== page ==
20 Dec: While a unit was busy burning the religious assembly hall in Iskan-Jedhafs, another unit of mercenaries was attacking the tombs of martyrs in the cemetery in Sanabis. Mr. Isa Dawood was taken hostage until his sons Abdulla, 16, and Salman, 18, handed themselves to the torturers. Abdulla had earlier been detaibut had to be released when his health deteriorated. The re-arrest of a 16-year old sick person is a gross violation of human rights and is an indication of the extent of atrocities committed by the government’s terrorists.
20 Dec: The Kuwaiti news agency said that the Amir of Bahrain, Sheikh Isa bin Salman Al Khalifa, ruled out, in a press statement the possibility of discussing security partnership between the Gulf Co-operation Council [GCC] states and Iran It is worth noting that the two countries are presently exchanging ambassadors, but the Bahraini government is frightened that if it admits to reality and normalises it relations with neighbouring countries, it would lose all pretexts used now to blame the outside. It is an irony that while the opposition strives for independence and constitutionality of the political system, the government insists on undermining both the sovereignty of the country and continues to violate the basis of political legitimacy of the system.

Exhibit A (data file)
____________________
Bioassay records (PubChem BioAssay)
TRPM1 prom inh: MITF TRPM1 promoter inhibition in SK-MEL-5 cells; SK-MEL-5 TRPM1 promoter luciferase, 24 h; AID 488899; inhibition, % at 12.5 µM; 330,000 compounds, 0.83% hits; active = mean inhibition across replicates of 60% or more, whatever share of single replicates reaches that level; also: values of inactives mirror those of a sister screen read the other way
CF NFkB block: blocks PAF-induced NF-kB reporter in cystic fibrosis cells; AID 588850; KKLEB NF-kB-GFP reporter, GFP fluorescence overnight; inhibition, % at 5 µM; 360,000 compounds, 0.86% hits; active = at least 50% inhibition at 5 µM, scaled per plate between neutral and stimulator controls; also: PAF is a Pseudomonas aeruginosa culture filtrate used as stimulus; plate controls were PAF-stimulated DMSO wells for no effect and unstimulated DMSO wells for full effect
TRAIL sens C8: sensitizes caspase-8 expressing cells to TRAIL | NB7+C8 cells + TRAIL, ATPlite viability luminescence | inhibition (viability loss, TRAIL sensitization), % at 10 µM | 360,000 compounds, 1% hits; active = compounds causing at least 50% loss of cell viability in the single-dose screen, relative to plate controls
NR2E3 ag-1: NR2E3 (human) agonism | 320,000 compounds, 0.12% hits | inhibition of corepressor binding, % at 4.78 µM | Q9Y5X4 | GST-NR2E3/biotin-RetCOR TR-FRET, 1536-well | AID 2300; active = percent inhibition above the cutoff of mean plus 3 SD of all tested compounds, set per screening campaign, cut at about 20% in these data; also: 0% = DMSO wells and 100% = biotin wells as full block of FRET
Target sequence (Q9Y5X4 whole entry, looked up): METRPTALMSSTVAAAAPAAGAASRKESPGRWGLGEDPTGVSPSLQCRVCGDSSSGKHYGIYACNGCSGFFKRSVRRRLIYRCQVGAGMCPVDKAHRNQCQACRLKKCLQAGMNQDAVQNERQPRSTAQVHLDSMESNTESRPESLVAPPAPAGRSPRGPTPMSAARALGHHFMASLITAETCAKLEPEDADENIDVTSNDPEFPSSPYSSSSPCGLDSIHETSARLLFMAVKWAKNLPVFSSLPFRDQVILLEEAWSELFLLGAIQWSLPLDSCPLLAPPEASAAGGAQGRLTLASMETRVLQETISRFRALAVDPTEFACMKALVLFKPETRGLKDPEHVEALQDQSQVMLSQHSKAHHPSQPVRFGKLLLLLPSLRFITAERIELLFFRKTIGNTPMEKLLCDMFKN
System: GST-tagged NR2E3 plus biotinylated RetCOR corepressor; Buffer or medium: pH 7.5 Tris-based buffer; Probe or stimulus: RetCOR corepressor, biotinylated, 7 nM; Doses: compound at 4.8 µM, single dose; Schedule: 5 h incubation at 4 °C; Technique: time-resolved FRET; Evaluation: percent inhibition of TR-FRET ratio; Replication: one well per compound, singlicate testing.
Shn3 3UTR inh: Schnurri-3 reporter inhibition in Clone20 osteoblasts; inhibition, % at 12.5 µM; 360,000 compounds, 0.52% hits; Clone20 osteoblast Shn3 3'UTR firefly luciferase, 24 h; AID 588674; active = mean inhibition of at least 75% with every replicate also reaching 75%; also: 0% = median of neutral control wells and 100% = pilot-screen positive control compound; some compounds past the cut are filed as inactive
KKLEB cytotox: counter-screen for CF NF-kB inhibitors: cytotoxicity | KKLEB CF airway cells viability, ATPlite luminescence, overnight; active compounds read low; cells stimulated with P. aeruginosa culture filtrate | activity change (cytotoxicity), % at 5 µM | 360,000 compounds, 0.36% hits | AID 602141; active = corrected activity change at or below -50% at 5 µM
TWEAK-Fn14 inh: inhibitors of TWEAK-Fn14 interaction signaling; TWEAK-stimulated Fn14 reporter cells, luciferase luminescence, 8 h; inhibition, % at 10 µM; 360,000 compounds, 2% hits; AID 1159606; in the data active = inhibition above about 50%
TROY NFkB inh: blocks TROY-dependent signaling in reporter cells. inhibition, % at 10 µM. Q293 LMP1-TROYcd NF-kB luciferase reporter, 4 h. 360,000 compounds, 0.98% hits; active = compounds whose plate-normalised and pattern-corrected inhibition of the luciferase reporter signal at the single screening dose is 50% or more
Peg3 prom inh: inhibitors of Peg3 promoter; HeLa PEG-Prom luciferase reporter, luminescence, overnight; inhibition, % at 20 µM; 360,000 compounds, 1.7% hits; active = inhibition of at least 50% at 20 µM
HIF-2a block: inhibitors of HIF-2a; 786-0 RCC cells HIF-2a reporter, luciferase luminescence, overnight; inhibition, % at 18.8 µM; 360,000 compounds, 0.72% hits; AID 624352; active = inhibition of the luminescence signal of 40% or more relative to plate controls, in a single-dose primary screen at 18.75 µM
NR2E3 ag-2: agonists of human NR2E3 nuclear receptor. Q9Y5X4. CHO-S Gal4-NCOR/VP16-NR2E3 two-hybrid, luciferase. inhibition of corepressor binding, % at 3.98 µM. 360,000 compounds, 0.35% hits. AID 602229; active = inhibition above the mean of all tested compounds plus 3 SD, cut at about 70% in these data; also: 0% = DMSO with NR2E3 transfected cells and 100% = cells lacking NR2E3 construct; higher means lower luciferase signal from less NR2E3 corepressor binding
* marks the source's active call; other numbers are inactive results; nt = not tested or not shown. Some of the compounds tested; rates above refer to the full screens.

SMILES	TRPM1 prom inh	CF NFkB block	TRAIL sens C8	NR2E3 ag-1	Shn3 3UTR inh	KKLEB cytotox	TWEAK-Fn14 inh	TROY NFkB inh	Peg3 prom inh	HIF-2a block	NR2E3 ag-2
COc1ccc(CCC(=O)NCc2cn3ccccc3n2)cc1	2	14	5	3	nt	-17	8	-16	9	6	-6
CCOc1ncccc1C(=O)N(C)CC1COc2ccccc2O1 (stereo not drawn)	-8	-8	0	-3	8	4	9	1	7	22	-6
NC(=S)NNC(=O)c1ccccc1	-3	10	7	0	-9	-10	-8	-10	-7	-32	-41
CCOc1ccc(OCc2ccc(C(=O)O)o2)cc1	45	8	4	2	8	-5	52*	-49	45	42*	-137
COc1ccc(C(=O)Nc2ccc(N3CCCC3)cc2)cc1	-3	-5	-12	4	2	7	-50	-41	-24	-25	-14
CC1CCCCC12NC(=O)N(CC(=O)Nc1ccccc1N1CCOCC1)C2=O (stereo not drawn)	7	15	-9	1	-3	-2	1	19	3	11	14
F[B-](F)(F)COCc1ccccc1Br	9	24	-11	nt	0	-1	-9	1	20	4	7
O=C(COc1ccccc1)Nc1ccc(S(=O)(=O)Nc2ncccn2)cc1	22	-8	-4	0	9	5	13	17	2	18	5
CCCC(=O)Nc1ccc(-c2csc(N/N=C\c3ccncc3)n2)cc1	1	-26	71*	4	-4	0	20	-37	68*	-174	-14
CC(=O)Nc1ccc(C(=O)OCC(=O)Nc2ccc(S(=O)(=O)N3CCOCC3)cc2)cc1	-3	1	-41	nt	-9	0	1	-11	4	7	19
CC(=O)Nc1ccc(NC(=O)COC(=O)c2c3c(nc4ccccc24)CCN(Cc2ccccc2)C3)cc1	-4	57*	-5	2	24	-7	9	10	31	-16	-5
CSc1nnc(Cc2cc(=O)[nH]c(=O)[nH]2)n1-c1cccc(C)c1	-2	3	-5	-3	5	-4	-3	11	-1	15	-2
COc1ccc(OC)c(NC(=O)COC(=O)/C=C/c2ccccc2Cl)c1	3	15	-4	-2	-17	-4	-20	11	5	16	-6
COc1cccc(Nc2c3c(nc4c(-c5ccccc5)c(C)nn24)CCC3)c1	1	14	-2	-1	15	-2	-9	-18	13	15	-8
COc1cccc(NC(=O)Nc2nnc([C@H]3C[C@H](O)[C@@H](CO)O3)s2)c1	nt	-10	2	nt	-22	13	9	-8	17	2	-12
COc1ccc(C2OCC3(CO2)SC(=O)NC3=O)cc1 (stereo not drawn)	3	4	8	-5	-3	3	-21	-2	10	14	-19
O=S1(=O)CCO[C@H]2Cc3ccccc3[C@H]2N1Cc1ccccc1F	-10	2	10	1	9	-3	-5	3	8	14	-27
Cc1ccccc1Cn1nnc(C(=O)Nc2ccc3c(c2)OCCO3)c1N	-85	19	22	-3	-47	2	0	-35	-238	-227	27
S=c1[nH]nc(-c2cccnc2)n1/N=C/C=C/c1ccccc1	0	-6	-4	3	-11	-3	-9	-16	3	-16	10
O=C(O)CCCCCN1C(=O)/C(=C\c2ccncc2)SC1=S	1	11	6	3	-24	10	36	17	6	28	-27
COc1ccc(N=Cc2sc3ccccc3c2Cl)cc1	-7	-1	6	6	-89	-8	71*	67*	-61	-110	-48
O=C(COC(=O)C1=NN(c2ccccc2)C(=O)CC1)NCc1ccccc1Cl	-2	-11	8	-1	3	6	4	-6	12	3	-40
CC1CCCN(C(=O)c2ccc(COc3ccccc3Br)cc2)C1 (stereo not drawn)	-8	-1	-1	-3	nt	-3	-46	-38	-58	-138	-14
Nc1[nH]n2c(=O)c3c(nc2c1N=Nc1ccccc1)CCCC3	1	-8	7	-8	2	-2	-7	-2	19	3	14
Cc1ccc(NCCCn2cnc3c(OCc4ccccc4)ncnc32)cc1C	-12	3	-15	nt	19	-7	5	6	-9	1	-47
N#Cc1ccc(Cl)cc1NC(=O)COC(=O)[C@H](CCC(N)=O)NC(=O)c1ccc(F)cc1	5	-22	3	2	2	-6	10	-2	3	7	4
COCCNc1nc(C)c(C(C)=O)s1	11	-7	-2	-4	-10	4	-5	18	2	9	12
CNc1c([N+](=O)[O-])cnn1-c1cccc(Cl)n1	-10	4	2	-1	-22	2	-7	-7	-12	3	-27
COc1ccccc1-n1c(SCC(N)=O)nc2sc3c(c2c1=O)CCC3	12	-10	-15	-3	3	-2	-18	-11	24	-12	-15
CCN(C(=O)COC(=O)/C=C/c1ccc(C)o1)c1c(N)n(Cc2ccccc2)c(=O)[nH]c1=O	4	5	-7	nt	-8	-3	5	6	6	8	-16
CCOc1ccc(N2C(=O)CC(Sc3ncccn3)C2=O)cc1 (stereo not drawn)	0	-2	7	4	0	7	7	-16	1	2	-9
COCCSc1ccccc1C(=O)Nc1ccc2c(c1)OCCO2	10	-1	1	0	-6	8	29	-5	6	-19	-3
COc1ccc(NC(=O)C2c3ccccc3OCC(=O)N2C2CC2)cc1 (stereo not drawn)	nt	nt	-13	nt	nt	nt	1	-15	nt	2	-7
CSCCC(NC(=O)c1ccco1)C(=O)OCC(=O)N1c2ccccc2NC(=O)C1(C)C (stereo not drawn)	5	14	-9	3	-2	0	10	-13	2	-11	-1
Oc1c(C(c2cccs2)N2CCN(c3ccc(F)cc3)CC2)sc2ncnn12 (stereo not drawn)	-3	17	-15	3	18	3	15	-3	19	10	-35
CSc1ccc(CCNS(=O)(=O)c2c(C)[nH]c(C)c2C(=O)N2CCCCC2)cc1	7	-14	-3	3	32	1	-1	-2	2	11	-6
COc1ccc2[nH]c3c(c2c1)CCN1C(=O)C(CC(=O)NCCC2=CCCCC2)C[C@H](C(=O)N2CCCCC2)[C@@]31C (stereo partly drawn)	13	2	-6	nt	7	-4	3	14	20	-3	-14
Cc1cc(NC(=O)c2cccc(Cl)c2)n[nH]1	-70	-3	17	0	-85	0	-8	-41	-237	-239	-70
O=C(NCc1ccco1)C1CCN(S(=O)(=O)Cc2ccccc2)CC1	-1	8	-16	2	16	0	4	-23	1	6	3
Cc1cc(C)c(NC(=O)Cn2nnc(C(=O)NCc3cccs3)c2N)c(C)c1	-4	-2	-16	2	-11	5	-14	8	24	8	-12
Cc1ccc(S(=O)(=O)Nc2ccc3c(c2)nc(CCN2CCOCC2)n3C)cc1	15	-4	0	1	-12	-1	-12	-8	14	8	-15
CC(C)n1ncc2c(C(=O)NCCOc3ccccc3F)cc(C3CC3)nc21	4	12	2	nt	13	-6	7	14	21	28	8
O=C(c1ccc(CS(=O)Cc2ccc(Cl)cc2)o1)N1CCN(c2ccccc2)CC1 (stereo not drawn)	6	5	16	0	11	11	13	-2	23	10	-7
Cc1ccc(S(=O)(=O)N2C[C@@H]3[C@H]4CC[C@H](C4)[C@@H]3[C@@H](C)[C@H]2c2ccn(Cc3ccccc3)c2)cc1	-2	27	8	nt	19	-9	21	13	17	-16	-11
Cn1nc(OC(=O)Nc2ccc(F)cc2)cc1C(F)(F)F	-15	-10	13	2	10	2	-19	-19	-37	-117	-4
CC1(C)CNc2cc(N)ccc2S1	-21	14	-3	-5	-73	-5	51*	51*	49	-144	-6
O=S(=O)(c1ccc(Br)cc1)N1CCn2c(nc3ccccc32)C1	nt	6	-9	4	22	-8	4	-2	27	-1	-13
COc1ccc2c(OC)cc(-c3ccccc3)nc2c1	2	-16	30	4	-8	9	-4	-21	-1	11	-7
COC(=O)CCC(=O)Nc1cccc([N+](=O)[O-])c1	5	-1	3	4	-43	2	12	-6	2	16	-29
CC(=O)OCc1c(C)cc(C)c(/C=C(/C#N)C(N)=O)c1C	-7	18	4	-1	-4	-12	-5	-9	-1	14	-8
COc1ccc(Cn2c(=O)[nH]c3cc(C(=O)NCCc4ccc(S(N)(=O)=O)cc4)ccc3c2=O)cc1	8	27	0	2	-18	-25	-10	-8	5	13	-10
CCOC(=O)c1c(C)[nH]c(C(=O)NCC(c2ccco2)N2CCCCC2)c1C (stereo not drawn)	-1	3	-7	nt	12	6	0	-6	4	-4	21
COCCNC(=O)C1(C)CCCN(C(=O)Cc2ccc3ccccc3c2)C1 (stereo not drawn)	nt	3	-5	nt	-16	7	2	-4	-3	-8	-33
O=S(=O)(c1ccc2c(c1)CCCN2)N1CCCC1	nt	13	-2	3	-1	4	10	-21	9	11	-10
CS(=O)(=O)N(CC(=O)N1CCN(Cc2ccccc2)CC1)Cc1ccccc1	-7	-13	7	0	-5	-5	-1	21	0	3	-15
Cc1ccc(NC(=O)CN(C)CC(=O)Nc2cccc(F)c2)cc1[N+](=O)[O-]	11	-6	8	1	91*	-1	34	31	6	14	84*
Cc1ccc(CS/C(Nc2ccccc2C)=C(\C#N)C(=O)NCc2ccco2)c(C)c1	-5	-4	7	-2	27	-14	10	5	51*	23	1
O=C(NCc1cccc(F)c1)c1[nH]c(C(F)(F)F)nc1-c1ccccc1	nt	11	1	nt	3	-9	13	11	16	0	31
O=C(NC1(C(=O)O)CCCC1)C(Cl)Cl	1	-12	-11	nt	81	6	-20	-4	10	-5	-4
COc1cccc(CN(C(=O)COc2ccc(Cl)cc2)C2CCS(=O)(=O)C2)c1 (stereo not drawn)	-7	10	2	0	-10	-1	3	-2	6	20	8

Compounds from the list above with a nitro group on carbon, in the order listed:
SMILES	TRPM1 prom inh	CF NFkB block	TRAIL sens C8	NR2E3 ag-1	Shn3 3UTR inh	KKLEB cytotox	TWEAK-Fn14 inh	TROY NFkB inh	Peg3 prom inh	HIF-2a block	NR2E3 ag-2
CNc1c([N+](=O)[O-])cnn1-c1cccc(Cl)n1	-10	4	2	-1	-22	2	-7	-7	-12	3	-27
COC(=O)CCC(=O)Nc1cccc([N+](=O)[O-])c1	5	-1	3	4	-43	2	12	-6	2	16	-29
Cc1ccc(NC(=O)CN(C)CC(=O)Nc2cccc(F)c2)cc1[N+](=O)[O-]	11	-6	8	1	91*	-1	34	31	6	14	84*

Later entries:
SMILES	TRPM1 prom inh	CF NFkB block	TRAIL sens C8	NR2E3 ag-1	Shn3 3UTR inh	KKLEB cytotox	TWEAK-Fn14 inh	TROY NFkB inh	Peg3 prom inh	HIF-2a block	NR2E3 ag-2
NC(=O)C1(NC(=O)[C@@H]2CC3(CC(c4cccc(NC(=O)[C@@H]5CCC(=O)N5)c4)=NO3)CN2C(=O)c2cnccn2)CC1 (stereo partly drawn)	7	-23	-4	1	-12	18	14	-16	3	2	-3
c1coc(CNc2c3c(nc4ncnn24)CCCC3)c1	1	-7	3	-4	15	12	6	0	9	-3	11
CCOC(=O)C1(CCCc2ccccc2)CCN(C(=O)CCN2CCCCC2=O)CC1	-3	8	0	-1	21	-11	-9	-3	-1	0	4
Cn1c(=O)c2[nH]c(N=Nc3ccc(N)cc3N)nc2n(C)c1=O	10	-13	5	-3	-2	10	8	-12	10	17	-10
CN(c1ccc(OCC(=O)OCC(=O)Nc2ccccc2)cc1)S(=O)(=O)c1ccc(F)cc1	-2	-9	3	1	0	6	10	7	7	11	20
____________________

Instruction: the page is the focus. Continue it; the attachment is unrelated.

21 Dec: A group of intelligence officers forced their way into Bahrain International Hospital and forcibly taken away the 15-year old youth who had been shot by security forces on 16 December. Ibrahim Ali Mohammed, from Malkeya, had two broken ribs in his chest as a result of a rubber bullet fired at him by the mercenary troops. Doctors urged the intelligence officers to let them complete medical treatment, but could not stop the tortures from abducting the young person. His family has been prevented from seeing him and no one knows his fated. He is in need of critical health care and the torturers are not known for their kindness. Two other 15-year old boys from Malkeyya were taken by the mercenaries: Seyyed Hassan Abbas and Hassan Mohammed Hassan.